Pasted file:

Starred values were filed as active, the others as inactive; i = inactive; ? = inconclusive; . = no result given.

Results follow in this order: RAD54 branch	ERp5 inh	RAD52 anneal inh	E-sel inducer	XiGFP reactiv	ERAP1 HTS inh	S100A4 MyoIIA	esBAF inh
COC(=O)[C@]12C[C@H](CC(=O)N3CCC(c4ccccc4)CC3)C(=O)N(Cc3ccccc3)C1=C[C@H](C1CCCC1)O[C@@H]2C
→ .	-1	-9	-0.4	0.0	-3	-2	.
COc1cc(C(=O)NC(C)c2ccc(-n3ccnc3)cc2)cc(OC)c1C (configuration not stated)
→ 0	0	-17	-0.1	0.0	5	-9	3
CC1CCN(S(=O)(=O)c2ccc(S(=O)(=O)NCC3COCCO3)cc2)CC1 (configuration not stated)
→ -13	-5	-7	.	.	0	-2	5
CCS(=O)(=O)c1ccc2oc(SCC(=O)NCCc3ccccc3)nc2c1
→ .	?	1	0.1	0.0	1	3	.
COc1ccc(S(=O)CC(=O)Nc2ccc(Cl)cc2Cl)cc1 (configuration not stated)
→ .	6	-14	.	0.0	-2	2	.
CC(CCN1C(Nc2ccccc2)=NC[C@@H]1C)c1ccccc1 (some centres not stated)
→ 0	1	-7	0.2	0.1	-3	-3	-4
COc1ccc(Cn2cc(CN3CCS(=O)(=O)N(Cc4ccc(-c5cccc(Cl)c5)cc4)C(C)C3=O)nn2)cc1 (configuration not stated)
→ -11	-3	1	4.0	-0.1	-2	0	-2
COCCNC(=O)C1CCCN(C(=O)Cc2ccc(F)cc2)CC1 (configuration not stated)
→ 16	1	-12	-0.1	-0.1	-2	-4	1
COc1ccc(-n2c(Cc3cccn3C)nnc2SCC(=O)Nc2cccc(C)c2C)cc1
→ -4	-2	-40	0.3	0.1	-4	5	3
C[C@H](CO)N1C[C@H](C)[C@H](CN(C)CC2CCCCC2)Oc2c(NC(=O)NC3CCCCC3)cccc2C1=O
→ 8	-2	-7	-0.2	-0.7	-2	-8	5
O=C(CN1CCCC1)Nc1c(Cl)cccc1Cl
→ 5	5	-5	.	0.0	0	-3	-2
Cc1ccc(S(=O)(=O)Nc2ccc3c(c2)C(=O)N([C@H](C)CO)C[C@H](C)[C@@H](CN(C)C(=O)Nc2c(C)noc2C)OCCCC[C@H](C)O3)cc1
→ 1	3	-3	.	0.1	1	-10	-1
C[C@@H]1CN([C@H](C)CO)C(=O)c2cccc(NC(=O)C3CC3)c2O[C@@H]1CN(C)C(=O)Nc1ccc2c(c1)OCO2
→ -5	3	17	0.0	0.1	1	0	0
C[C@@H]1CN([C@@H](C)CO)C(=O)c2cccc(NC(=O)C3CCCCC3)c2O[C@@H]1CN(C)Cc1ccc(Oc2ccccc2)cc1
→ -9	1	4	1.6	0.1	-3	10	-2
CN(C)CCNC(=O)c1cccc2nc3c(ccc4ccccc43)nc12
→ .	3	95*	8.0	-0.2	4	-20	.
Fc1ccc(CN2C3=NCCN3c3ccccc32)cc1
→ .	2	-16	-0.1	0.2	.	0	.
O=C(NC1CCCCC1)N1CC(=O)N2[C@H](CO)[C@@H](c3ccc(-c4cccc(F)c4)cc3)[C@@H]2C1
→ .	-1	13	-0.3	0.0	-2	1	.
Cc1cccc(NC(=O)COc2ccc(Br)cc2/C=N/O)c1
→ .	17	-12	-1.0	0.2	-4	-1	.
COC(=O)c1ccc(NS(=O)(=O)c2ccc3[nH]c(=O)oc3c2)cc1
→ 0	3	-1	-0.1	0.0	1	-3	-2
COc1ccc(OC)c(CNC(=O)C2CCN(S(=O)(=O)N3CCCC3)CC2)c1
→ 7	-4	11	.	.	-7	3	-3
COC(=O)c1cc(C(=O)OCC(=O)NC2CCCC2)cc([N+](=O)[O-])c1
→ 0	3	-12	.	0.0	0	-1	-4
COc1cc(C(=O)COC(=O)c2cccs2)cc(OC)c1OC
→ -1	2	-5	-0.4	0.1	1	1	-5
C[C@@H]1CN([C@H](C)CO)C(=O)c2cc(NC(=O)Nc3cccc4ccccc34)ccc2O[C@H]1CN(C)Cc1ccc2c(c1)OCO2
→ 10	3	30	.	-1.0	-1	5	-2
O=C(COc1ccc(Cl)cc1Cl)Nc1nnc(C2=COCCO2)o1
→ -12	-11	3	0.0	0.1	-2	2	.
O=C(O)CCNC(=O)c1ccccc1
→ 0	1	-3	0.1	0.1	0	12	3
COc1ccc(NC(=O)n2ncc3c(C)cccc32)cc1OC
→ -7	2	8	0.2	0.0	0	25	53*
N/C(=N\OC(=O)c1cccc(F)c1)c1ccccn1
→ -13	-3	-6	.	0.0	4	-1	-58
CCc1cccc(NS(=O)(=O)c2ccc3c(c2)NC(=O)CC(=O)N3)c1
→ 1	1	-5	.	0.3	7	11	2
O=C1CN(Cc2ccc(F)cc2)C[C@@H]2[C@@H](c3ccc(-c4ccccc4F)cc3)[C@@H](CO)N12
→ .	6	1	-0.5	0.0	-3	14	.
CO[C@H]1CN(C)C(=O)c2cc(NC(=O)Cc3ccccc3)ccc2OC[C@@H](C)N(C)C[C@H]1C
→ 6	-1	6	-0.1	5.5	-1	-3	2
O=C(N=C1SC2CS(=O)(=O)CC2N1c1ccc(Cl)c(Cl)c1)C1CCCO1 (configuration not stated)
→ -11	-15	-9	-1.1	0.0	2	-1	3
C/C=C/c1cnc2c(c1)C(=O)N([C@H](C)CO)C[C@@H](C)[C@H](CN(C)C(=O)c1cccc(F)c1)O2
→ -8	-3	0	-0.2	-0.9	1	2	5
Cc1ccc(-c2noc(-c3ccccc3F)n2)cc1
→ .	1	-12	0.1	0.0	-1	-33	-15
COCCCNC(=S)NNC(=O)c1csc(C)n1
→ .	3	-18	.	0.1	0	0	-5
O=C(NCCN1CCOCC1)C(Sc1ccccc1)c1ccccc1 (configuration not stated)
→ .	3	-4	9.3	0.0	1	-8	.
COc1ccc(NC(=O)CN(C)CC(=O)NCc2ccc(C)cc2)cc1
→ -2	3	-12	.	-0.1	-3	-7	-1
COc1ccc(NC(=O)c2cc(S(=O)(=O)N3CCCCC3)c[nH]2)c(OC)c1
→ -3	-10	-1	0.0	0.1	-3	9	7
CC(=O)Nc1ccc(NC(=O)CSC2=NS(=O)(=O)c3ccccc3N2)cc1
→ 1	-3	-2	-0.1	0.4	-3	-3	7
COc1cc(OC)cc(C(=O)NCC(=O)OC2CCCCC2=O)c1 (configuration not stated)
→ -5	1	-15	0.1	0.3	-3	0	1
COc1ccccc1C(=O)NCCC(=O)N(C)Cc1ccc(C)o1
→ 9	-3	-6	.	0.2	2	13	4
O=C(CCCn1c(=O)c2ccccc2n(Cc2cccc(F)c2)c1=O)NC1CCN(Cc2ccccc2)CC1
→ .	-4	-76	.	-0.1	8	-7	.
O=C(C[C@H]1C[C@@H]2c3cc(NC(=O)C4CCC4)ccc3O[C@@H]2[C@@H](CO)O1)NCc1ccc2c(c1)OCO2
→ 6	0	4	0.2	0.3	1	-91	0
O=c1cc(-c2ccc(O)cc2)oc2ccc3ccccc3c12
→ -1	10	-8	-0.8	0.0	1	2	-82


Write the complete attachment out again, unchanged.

Starred values were filed as active, the others as inactive; i = inactive; ? = inconclusive; . = no result given.

Results follow in this order: RAD54 branch	ERp5 inh	RAD52 anneal inh	E-sel inducer	XiGFP reactiv	ERAP1 HTS inh	S100A4 MyoIIA	esBAF inh
COC(=O)[C@]12C[C@H](CC(=O)N3CCC(c4ccccc4)CC3)C(=O)N(Cc3ccccc3)C1=C[C@H](C1CCCC1)O[C@@H]2C
→ .	-1	-9	-0.4	0.0	-3	-2	.
COc1cc(C(=O)NC(C)c2ccc(-n3ccnc3)cc2)cc(OC)c1C (configuration not stated)
→ 0	0	-17	-0.1	0.0	5	-9	3
CC1CCN(S(=O)(=O)c2ccc(S(=O)(=O)NCC3COCCO3)cc2)CC1 (configuration not stated)
→ -13	-5	-7	.	.	0	-2	5
CCS(=O)(=O)c1ccc2oc(SCC(=O)NCCc3ccccc3)nc2c1
→ .	?	1	0.1	0.0	1	3	.
COc1ccc(S(=O)CC(=O)Nc2ccc(Cl)cc2Cl)cc1 (configuration not stated)
→ .	6	-14	.	0.0	-2	2	.
CC(CCN1C(Nc2ccccc2)=NC[C@@H]1C)c1ccccc1 (some centres not stated)
→ 0	1	-7	0.2	0.1	-3	-3	-4
COc1ccc(Cn2cc(CN3CCS(=O)(=O)N(Cc4ccc(-c5cccc(Cl)c5)cc4)C(C)C3=O)nn2)cc1 (configuration not stated)
→ -11	-3	1	4.0	-0.1	-2	0	-2
COCCNC(=O)C1CCCN(C(=O)Cc2ccc(F)cc2)CC1 (configuration not stated)
→ 16	1	-12	-0.1	-0.1	-2	-4	1
COc1ccc(-n2c(Cc3cccn3C)nnc2SCC(=O)Nc2cccc(C)c2C)cc1
→ -4	-2	-40	0.3	0.1	-4	5	3
C[C@H](CO)N1C[C@H](C)[C@H](CN(C)CC2CCCCC2)Oc2c(NC(=O)NC3CCCCC3)cccc2C1=O
→ 8	-2	-7	-0.2	-0.7	-2	-8	5
O=C(CN1CCCC1)Nc1c(Cl)cccc1Cl
→ 5	5	-5	.	0.0	0	-3	-2
Cc1ccc(S(=O)(=O)Nc2ccc3c(c2)C(=O)N([C@H](C)CO)C[C@H](C)[C@@H](CN(C)C(=O)Nc2c(C)noc2C)OCCCC[C@H](C)O3)cc1
→ 1	3	-3	.	0.1	1	-10	-1
C[C@@H]1CN([C@H](C)CO)C(=O)c2cccc(NC(=O)C3CC3)c2O[C@@H]1CN(C)C(=O)Nc1ccc2c(c1)OCO2
→ -5	3	17	0.0	0.1	1	0	0
C[C@@H]1CN([C@@H](C)CO)C(=O)c2cccc(NC(=O)C3CCCCC3)c2O[C@@H]1CN(C)Cc1ccc(Oc2ccccc2)cc1
→ -9	1	4	1.6	0.1	-3	10	-2
CN(C)CCNC(=O)c1cccc2nc3c(ccc4ccccc43)nc12
→ .	3	95*	8.0	-0.2	4	-20	.
Fc1ccc(CN2C3=NCCN3c3ccccc32)cc1
→ .	2	-16	-0.1	0.2	.	0	.
O=C(NC1CCCCC1)N1CC(=O)N2[C@H](CO)[C@@H](c3ccc(-c4cccc(F)c4)cc3)[C@@H]2C1
→ .	-1	13	-0.3	0.0	-2	1	.
Cc1cccc(NC(=O)COc2ccc(Br)cc2/C=N/O)c1
→ .	17	-12	-1.0	0.2	-4	-1	.
COC(=O)c1ccc(NS(=O)(=O)c2ccc3[nH]c(=O)oc3c2)cc1
→ 0	3	-1	-0.1	0.0	1	-3	-2
COc1ccc(OC)c(CNC(=O)C2CCN(S(=O)(=O)N3CCCC3)CC2)c1
→ 7	-4	11	.	.	-7	3	-3
COC(=O)c1cc(C(=O)OCC(=O)NC2CCCC2)cc([N+](=O)[O-])c1
→ 0	3	-12	.	0.0	0	-1	-4
COc1cc(C(=O)COC(=O)c2cccs2)cc(OC)c1OC
→ -1	2	-5	-0.4	0.1	1	1	-5
C[C@@H]1CN([C@H](C)CO)C(=O)c2cc(NC(=O)Nc3cccc4ccccc34)ccc2O[C@H]1CN(C)Cc1ccc2c(c1)OCO2
→ 10	3	30	.	-1.0	-1	5	-2
O=C(COc1ccc(Cl)cc1Cl)Nc1nnc(C2=COCCO2)o1
→ -12	-11	3	0.0	0.1	-2	2	.
O=C(O)CCNC(=O)c1ccccc1
→ 0	1	-3	0.1	0.1	0	12	3
COc1ccc(NC(=O)n2ncc3c(C)cccc32)cc1OC
→ -7	2	8	0.2	0.0	0	25	53*
N/C(=N\OC(=O)c1cccc(F)c1)c1ccccn1
→ -13	-3	-6	.	0.0	4	-1	-58
CCc1cccc(NS(=O)(=O)c2ccc3c(c2)NC(=O)CC(=O)N3)c1
→ 1	1	-5	.	0.3	7	11	2
O=C1CN(Cc2ccc(F)cc2)C[C@@H]2[C@@H](c3ccc(-c4ccccc4F)cc3)[C@@H](CO)N12
→ .	6	1	-0.5	0.0	-3	14	.
CO[C@H]1CN(C)C(=O)c2cc(NC(=O)Cc3ccccc3)ccc2OC[C@@H](C)N(C)C[C@H]1C
→ 6	-1	6	-0.1	5.5	-1	-3	2
O=C(N=C1SC2CS(=O)(=O)CC2N1c1ccc(Cl)c(Cl)c1)C1CCCO1 (configuration not stated)
→ -11	-15	-9	-1.1	0.0	2	-1	3
C/C=C/c1cnc2c(c1)C(=O)N([C@H](C)CO)C[C@@H](C)[C@H](CN(C)C(=O)c1cccc(F)c1)O2
→ -8	-3	0	-0.2	-0.9	1	2	5
Cc1ccc(-c2noc(-c3ccccc3F)n2)cc1
→ .	1	-12	0.1	0.0	-1	-33	-15
COCCCNC(=S)NNC(=O)c1csc(C)n1
→ .	3	-18	.	0.1	0	0	-5
O=C(NCCN1CCOCC1)C(Sc1ccccc1)c1ccccc1 (configuration not stated)
→ .	3	-4	9.3	0.0	1	-8	.
COc1ccc(NC(=O)CN(C)CC(=O)NCc2ccc(C)cc2)cc1
→ -2	3	-12	.	-0.1	-3	-7	-1
COc1ccc(NC(=O)c2cc(S(=O)(=O)N3CCCCC3)c[nH]2)c(OC)c1
→ -3	-10	-1	0.0	0.1	-3	9	7
CC(=O)Nc1ccc(NC(=O)CSC2=NS(=O)(=O)c3ccccc3N2)cc1
→ 1	-3	-2	-0.1	0.4	-3	-3	7
COc1cc(OC)cc(C(=O)NCC(=O)OC2CCCCC2=O)c1 (configuration not stated)
→ -5	1	-15	0.1	0.3	-3	0	1
COc1ccccc1C(=O)NCCC(=O)N(C)Cc1ccc(C)o1
→ 9	-3	-6	.	0.2	2	13	4
O=C(CCCn1c(=O)c2ccccc2n(Cc2cccc(F)c2)c1=O)NC1CCN(Cc2ccccc2)CC1
→ .	-4	-76	.	-0.1	8	-7	.
O=C(C[C@H]1C[C@@H]2c3cc(NC(=O)C4CCC4)ccc3O[C@@H]2[C@@H](CO)O1)NCc1ccc2c(c1)OCO2
→ 6	0	4	0.2	0.3	1	-91	0
O=c1cc(-c2ccc(O)cc2)oc2ccc3ccccc3c12
→ -1	10	-8	-0.8	0.0	1	2	-82